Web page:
Tuesday, April 16, 2013

Security in Boston?

Boston media sometimes hilariously refer to that city as the "Hub," as if it had a universal importance far in excess of its actual minimal importance in the country or world. But it is a big city, and one would assume (with scant evidence, incidentally) that its police department is up to the job.

But in all of the (often very weak) reporting coming out of yesterday's horrific bombings at the finish line of the Boston Marathon, some obvious questions are not being asked.

Here's a big one, in my opinion: Did Boston police prepare for this event the way a big-city police force should have? Did the Boston cops make serious attempts to fully secure the area of the finish line in the days and hours before the Marathon? Did they perform at international big-city standards?  (Or did they fail to prepare adequately for this event and then, afterward, charge around grabbing   people who looked Middle Eastern, just like in the old days when they used to charge into Mission Hill to toss black kids on the street whenever a big crime occurred?)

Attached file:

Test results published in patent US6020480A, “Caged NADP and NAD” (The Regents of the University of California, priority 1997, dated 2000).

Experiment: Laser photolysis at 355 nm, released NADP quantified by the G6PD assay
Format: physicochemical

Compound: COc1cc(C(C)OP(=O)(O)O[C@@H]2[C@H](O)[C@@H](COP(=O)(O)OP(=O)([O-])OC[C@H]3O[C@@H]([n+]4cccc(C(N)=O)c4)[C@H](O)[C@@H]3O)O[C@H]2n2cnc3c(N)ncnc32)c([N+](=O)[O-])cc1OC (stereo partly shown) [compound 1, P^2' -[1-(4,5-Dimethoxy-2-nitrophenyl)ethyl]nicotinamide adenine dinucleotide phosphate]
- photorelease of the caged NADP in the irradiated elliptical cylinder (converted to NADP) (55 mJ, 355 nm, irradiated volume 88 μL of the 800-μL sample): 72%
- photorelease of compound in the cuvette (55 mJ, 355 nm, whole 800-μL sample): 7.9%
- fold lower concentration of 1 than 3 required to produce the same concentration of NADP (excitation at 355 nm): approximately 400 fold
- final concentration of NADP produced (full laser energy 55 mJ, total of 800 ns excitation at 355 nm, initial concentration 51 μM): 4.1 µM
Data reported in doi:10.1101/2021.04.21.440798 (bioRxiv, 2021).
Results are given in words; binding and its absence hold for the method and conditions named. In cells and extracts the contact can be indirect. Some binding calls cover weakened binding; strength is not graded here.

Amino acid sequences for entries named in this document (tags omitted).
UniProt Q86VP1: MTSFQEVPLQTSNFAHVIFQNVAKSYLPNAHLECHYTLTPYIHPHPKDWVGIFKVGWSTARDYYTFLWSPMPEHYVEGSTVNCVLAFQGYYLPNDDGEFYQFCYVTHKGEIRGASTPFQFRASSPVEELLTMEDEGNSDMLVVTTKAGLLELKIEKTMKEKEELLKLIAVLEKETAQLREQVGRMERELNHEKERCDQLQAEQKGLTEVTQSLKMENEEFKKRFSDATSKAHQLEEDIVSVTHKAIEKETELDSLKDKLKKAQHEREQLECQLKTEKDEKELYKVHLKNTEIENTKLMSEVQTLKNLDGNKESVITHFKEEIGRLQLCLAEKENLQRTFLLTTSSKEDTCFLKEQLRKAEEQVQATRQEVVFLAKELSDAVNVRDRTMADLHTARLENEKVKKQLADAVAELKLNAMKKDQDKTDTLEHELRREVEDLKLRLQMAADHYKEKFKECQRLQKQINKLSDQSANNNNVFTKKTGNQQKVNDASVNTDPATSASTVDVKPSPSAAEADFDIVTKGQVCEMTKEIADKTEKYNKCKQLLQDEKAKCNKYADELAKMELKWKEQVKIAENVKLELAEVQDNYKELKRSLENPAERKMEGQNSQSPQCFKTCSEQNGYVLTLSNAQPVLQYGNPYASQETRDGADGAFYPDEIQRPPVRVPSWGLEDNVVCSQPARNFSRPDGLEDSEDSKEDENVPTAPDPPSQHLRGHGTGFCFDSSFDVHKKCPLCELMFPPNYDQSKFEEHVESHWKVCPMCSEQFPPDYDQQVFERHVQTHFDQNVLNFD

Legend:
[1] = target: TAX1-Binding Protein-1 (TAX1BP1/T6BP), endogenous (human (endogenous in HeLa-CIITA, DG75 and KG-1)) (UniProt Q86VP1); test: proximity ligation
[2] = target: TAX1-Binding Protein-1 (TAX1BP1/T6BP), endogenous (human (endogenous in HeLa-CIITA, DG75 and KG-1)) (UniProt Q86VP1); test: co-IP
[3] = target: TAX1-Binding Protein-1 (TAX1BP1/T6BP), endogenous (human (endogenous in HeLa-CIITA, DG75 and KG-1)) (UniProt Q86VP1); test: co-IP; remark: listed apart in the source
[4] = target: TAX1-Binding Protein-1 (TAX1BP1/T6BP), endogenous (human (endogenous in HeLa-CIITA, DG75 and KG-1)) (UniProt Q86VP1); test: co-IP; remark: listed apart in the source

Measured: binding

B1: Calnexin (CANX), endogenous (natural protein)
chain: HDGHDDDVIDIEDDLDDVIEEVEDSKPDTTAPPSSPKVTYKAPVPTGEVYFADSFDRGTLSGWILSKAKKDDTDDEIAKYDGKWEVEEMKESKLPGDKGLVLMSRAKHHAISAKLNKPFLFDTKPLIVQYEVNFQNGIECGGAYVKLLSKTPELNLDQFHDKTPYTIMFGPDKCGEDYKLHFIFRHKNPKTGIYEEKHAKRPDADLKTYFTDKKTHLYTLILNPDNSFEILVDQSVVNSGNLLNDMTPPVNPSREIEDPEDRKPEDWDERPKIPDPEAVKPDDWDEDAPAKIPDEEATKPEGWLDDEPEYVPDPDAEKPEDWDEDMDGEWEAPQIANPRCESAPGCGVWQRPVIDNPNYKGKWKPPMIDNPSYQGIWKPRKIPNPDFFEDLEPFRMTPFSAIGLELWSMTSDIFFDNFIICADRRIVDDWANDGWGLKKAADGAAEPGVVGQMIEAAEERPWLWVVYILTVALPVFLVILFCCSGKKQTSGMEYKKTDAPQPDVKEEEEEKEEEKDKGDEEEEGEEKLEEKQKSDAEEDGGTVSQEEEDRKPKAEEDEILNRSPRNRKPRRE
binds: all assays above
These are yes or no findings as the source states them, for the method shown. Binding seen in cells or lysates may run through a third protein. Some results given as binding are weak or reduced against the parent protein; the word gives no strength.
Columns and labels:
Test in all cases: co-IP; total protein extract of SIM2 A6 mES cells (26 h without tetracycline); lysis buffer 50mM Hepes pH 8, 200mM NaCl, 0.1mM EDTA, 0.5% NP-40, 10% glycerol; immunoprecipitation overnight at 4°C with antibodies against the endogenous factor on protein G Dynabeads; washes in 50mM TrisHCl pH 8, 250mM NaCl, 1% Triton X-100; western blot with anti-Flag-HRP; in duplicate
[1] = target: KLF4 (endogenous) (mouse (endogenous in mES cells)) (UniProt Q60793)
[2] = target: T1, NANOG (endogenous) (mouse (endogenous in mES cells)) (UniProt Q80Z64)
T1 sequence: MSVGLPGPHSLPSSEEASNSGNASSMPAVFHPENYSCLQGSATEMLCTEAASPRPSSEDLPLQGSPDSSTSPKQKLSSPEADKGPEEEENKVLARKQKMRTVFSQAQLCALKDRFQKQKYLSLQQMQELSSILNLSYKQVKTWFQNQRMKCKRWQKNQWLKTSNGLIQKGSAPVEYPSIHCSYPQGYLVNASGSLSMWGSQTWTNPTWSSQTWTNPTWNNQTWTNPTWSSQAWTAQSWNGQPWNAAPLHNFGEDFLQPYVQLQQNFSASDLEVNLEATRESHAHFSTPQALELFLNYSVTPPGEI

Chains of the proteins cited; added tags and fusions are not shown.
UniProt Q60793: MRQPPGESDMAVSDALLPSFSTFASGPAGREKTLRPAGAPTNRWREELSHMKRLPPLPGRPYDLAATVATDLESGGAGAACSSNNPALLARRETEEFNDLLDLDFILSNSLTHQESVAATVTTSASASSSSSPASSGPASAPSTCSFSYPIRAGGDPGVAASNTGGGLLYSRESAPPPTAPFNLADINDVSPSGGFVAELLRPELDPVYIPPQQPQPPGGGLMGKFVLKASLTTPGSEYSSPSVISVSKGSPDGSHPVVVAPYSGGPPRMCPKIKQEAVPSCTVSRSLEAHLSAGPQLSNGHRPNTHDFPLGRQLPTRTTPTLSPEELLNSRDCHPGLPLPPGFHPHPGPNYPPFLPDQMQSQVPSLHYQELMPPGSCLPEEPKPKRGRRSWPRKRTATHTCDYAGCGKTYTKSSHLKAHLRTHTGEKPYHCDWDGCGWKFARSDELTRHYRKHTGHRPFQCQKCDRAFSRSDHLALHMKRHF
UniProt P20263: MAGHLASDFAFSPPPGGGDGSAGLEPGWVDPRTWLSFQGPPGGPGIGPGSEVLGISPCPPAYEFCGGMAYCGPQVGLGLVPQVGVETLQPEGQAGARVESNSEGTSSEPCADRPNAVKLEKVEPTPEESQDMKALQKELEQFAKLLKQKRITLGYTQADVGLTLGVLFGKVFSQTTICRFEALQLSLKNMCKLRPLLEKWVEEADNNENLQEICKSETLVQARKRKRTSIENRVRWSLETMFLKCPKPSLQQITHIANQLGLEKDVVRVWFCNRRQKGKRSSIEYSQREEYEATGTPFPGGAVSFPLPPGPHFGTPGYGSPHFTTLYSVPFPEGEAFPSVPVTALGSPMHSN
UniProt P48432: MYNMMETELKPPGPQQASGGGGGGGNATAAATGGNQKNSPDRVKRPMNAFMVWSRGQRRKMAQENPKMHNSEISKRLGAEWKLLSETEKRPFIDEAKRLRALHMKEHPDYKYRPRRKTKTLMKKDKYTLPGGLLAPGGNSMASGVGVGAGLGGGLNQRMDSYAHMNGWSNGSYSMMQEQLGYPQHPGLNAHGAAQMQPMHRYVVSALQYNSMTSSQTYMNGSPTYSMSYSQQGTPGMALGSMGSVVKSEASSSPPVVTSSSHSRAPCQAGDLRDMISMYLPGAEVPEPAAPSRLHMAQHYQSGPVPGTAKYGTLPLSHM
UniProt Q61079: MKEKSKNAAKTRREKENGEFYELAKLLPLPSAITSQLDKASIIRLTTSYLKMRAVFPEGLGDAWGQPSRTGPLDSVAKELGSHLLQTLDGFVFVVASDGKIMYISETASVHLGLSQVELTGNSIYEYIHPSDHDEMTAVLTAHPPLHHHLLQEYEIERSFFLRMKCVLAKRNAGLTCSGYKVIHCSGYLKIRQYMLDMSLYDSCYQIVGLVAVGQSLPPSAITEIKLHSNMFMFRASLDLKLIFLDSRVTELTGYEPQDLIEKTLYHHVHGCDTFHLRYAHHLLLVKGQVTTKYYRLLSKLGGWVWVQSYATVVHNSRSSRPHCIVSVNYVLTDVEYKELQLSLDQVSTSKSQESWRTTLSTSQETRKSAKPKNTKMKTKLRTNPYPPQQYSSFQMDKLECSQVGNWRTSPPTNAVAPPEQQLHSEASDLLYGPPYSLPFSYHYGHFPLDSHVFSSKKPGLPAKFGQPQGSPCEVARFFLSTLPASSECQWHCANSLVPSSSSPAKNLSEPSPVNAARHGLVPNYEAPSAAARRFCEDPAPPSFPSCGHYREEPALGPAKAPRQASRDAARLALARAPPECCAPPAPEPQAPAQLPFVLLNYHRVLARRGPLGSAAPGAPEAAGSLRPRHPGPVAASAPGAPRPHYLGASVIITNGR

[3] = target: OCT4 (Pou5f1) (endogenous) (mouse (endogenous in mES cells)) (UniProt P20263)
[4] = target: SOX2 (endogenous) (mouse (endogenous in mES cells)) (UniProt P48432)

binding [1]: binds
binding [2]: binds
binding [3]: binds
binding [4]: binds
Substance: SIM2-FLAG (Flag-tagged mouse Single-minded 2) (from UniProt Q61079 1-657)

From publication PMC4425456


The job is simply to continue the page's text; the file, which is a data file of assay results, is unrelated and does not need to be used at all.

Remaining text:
In New York for a major public event that draws tens of thousands into a confined urban area like that, the N.Y.P.D. would have assiduously secured the location beforehand. For example, trash cans would have been inspected and secured. Surveillance cameras would be deployed.  Officers trained to identify suspicious behavior would have mingled in the crowd. Disasters might still occur, but the likelihood would be greatly diminished, and the culprits would be likely grabbed.

The bombs that caused death and injury yesterday appear to have been fairly crude, breathless accounts in the media about "powerful bombs" aside. All bombs are powerful, by definition. But anyone who has even been in the proximity of, say, a 500-pound aerial bomb that hits the ground knows the difference between a huge, sophisticated blast and a crude improvised explosive blast -- and these in Boston appear to have been the latter. Deadly, but simple. That is, exactly the kind of bomb that can be placed in a street trash receptacle, or hidden in a package on a corner.

The sort of crude bomb that the despicable Irish Republican Army used to deploy to terrorize London back in the days.

And they should know something about the IRA in Boston, where bars that supported fundraising for the terrorist group used to sell drinks called the Irish Car Bomb.


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